November’s issue of CSH Protocols continues to expand our coverage of emerging model organisms, with three sets of articles on the Tomato (Solanum lycopersicum), Comb Jellies (Ctenophora) and the Blind Mexican Cave Fish (Astyanax mexicanus).

The tomato has obvious agricultural importance as a research system, but beyond that, it has many characteristics such as fleshy fruit, a sympodial shoot and compound leaves, which are lacking in other plant model systems like rice or Arabidopsis. The variety among the thirteen recognized wild tomato species and the differing phenotypes exhibited make it an interesting organism for the study of genetic variation and evolution. Protocols are available for growth, performing crosses, grafting and transformation of tomatoes.

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Their biological features and phylogenetic placement have long made Comb Jellies an attractive experimental species. Recently, their role as an invasive species has led to an increased interest and study in ctenophores. Protocols for spawning and embryo collection, whole-mount antibody staining, whole-mount in situ hybridization, extraction of DNA, and extraction of RNA are available.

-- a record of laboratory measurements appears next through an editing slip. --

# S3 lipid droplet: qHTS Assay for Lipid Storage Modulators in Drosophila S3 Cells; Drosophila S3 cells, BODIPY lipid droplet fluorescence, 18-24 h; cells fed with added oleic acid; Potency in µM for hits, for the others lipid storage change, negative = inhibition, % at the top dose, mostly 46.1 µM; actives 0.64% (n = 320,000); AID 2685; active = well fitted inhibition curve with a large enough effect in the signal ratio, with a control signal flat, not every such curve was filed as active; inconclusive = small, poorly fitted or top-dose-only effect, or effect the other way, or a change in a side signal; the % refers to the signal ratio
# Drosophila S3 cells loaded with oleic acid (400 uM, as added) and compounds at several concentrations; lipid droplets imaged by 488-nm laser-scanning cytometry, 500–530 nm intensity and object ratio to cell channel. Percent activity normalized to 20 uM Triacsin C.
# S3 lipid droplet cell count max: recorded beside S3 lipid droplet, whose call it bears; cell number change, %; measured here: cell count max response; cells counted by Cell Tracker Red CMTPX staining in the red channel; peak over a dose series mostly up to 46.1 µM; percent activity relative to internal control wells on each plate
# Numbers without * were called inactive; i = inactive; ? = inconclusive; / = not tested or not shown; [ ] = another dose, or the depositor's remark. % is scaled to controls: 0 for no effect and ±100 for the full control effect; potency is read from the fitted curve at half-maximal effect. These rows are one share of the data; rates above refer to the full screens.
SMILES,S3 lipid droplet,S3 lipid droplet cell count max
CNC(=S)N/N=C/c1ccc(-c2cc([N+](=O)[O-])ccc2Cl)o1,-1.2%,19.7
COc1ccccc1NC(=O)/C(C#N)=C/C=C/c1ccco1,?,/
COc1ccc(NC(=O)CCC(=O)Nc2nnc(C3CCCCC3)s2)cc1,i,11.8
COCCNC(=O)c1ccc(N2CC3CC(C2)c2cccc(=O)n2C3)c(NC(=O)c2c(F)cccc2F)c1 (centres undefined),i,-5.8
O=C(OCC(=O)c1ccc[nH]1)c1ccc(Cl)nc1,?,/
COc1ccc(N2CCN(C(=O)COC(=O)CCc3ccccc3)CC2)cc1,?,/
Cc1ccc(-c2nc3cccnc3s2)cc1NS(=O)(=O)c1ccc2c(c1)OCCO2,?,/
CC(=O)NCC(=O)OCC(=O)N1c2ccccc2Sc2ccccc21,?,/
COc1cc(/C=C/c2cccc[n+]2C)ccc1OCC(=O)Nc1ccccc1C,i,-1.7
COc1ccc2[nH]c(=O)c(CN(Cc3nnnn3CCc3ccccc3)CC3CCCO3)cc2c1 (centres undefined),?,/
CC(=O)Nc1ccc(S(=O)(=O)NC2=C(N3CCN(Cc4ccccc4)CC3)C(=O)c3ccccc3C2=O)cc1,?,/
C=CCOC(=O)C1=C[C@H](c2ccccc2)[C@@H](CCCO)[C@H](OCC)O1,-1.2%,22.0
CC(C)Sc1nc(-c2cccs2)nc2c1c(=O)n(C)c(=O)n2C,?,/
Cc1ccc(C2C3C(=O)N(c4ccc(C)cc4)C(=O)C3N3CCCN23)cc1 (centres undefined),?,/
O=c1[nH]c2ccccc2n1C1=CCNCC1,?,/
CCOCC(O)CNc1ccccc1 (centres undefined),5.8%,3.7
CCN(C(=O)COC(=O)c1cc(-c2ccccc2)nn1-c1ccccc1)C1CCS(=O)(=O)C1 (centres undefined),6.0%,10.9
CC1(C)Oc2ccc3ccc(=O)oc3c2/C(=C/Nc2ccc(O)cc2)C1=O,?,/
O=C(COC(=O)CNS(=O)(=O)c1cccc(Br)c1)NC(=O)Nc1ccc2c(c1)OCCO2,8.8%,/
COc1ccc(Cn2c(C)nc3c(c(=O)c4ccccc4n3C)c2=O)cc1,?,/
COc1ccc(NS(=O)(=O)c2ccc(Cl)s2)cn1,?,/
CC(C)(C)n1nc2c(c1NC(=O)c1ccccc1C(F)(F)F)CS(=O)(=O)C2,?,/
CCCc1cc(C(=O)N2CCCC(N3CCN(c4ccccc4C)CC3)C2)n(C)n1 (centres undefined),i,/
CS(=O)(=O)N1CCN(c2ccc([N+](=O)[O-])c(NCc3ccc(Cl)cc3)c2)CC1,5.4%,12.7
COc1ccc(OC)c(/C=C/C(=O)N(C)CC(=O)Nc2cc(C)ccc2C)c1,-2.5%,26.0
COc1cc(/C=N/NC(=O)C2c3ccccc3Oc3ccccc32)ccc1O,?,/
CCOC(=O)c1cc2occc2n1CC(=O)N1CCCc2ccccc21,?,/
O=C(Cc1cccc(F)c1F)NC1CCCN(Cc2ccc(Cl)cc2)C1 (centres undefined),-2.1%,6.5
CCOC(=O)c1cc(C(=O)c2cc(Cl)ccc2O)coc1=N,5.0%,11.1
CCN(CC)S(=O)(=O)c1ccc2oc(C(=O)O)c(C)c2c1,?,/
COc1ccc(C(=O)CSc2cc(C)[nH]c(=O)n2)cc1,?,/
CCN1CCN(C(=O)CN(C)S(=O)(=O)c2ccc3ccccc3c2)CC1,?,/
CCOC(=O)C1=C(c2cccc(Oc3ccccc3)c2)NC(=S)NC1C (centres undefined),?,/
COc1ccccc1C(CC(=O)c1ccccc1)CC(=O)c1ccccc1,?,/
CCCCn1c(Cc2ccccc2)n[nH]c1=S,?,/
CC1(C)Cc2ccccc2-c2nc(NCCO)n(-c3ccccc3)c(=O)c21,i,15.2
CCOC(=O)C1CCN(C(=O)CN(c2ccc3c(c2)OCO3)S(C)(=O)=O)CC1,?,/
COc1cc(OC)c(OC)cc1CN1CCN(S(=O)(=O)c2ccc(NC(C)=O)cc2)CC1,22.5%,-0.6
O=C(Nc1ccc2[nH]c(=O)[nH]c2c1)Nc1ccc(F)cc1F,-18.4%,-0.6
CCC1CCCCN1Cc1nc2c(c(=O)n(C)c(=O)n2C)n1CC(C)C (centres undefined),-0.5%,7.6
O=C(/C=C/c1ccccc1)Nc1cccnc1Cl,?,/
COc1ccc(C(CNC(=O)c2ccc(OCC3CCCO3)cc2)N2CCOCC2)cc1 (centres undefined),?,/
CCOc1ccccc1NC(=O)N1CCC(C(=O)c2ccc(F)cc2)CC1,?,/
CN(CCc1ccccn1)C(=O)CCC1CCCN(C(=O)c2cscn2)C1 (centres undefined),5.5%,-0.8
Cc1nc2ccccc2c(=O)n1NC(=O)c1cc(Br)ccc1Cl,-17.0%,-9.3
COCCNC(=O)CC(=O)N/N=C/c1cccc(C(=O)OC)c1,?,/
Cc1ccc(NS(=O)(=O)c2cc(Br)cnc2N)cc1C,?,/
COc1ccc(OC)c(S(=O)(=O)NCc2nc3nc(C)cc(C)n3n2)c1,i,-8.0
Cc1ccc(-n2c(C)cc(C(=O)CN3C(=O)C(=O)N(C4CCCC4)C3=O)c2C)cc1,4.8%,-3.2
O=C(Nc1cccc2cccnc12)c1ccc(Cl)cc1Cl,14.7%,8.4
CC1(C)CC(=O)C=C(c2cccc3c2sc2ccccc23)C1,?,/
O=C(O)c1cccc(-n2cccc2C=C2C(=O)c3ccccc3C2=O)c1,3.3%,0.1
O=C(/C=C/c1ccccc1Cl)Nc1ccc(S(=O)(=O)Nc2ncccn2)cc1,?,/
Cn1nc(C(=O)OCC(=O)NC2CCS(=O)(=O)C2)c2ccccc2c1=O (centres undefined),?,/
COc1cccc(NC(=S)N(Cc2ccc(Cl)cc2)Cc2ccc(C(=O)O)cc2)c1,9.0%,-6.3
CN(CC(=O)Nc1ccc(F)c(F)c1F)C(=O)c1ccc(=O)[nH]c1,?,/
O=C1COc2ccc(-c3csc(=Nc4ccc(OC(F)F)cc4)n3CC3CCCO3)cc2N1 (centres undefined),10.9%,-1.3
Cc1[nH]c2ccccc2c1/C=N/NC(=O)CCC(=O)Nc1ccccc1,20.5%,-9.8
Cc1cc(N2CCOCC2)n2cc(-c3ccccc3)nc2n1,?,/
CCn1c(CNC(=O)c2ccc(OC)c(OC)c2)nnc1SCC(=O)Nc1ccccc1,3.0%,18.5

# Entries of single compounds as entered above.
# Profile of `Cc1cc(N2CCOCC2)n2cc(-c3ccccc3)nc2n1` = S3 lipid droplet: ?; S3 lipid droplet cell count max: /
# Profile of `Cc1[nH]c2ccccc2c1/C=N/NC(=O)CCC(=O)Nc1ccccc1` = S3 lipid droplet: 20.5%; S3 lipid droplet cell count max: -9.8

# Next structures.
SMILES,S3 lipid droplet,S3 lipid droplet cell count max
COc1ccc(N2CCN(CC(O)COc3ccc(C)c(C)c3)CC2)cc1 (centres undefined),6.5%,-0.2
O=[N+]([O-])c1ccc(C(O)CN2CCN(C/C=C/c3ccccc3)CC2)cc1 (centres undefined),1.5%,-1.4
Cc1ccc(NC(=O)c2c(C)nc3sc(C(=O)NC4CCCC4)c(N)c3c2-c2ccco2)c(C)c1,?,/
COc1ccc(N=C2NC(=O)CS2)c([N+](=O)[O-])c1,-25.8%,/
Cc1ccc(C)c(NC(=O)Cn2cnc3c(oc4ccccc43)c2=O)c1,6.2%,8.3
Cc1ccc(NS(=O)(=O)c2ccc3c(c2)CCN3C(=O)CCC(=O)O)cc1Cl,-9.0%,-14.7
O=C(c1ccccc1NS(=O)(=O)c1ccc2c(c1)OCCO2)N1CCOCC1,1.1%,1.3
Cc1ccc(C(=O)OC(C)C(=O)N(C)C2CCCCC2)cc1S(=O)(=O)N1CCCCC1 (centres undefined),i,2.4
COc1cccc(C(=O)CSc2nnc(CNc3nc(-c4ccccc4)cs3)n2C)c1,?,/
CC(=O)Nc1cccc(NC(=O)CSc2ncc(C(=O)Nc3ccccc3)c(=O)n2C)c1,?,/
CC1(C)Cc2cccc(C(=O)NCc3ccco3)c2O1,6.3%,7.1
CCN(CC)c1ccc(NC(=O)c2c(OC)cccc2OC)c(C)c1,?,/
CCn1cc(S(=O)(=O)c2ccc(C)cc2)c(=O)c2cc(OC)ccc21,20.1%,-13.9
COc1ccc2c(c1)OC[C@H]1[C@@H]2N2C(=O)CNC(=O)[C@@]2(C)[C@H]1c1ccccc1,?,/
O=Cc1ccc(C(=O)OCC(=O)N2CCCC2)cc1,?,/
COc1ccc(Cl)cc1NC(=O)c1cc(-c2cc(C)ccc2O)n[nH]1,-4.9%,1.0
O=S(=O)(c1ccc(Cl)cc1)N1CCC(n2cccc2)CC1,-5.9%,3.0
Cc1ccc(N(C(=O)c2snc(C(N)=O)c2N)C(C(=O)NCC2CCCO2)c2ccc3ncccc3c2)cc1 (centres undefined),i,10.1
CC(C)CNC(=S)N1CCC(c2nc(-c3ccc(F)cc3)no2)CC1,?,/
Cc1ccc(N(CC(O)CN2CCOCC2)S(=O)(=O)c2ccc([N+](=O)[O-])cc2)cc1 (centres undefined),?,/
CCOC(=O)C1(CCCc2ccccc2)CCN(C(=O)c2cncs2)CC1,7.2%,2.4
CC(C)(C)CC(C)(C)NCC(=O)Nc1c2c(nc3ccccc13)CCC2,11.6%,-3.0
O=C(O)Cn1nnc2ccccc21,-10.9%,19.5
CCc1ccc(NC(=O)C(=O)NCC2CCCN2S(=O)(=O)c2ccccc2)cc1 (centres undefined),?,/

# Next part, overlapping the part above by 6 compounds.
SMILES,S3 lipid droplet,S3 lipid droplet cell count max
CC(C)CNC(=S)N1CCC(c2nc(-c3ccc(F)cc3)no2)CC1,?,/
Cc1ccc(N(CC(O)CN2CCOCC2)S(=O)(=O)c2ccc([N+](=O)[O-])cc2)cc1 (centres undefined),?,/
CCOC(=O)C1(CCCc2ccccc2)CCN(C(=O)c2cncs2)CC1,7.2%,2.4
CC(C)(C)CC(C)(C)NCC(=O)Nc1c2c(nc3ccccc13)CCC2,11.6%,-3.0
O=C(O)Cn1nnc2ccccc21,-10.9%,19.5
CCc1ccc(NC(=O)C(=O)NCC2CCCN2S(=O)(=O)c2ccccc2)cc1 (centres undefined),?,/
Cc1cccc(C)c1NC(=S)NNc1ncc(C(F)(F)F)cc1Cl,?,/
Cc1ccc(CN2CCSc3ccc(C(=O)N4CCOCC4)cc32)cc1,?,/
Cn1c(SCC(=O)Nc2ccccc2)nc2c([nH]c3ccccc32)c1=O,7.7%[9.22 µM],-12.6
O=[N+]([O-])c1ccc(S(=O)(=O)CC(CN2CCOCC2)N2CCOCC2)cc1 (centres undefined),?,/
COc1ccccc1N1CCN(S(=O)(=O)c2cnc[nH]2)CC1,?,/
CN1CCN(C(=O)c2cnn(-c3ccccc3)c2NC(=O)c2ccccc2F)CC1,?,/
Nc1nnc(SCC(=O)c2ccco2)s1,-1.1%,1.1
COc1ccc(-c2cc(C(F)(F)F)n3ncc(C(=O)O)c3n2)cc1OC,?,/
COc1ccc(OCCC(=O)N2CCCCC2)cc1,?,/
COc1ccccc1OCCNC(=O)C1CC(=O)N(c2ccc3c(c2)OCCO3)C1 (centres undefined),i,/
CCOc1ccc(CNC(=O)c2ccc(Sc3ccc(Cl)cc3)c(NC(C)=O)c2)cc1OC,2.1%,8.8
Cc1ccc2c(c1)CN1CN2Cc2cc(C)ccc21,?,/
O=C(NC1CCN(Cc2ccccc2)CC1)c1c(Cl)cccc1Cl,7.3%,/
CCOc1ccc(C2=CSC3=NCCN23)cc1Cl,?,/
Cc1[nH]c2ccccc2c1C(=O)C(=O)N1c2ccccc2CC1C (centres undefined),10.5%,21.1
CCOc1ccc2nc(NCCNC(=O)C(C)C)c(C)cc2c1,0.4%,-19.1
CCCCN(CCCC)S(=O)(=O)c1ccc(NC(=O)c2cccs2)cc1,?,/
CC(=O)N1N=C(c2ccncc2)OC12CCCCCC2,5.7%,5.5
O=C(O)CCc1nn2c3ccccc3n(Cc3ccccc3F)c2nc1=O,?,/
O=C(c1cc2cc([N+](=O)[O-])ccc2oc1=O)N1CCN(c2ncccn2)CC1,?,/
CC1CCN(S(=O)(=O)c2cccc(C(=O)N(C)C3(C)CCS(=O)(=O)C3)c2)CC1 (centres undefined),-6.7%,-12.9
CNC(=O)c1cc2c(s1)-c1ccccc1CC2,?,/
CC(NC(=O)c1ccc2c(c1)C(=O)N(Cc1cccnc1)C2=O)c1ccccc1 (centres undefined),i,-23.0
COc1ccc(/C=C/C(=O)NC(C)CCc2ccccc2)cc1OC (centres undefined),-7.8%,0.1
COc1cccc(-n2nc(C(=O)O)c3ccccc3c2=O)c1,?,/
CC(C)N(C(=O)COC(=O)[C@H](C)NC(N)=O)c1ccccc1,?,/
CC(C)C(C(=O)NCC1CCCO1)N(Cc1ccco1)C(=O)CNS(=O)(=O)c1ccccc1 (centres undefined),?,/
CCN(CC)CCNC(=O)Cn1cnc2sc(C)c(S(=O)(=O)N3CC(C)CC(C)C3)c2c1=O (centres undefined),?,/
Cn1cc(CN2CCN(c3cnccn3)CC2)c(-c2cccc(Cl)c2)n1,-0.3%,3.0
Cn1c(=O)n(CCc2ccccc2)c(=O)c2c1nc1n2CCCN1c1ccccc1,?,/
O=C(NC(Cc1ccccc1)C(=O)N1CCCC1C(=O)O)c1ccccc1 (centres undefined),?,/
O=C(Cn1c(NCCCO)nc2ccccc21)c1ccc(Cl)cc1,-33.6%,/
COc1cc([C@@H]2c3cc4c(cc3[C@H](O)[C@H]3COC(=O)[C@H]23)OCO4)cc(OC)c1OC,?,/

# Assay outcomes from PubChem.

The perpetual darkness of the cave environment has had a variety of effects on the Blind Mexican Cave Fish, ranging from reduced eyes and pigmentation to increased metabolism. A. mexicanus is particularly valuable because the species is interfertile with eyed sister fish living in streams on the surface. This makes for a superb experimental system for delving into the genetic, developmental and evolutionary basis of a wide variety of traits. Protocols are available for determining the gender, breeding, in vitro fertilization and handling eggs and fry of A. mexicanus.

New organisms will continue to be added over the next several months, but if you don’t want to wait that long, the entire series is being collected in a new laboratory manual, Emerging Model Organisms that is available this month.

Emerging Model Organisms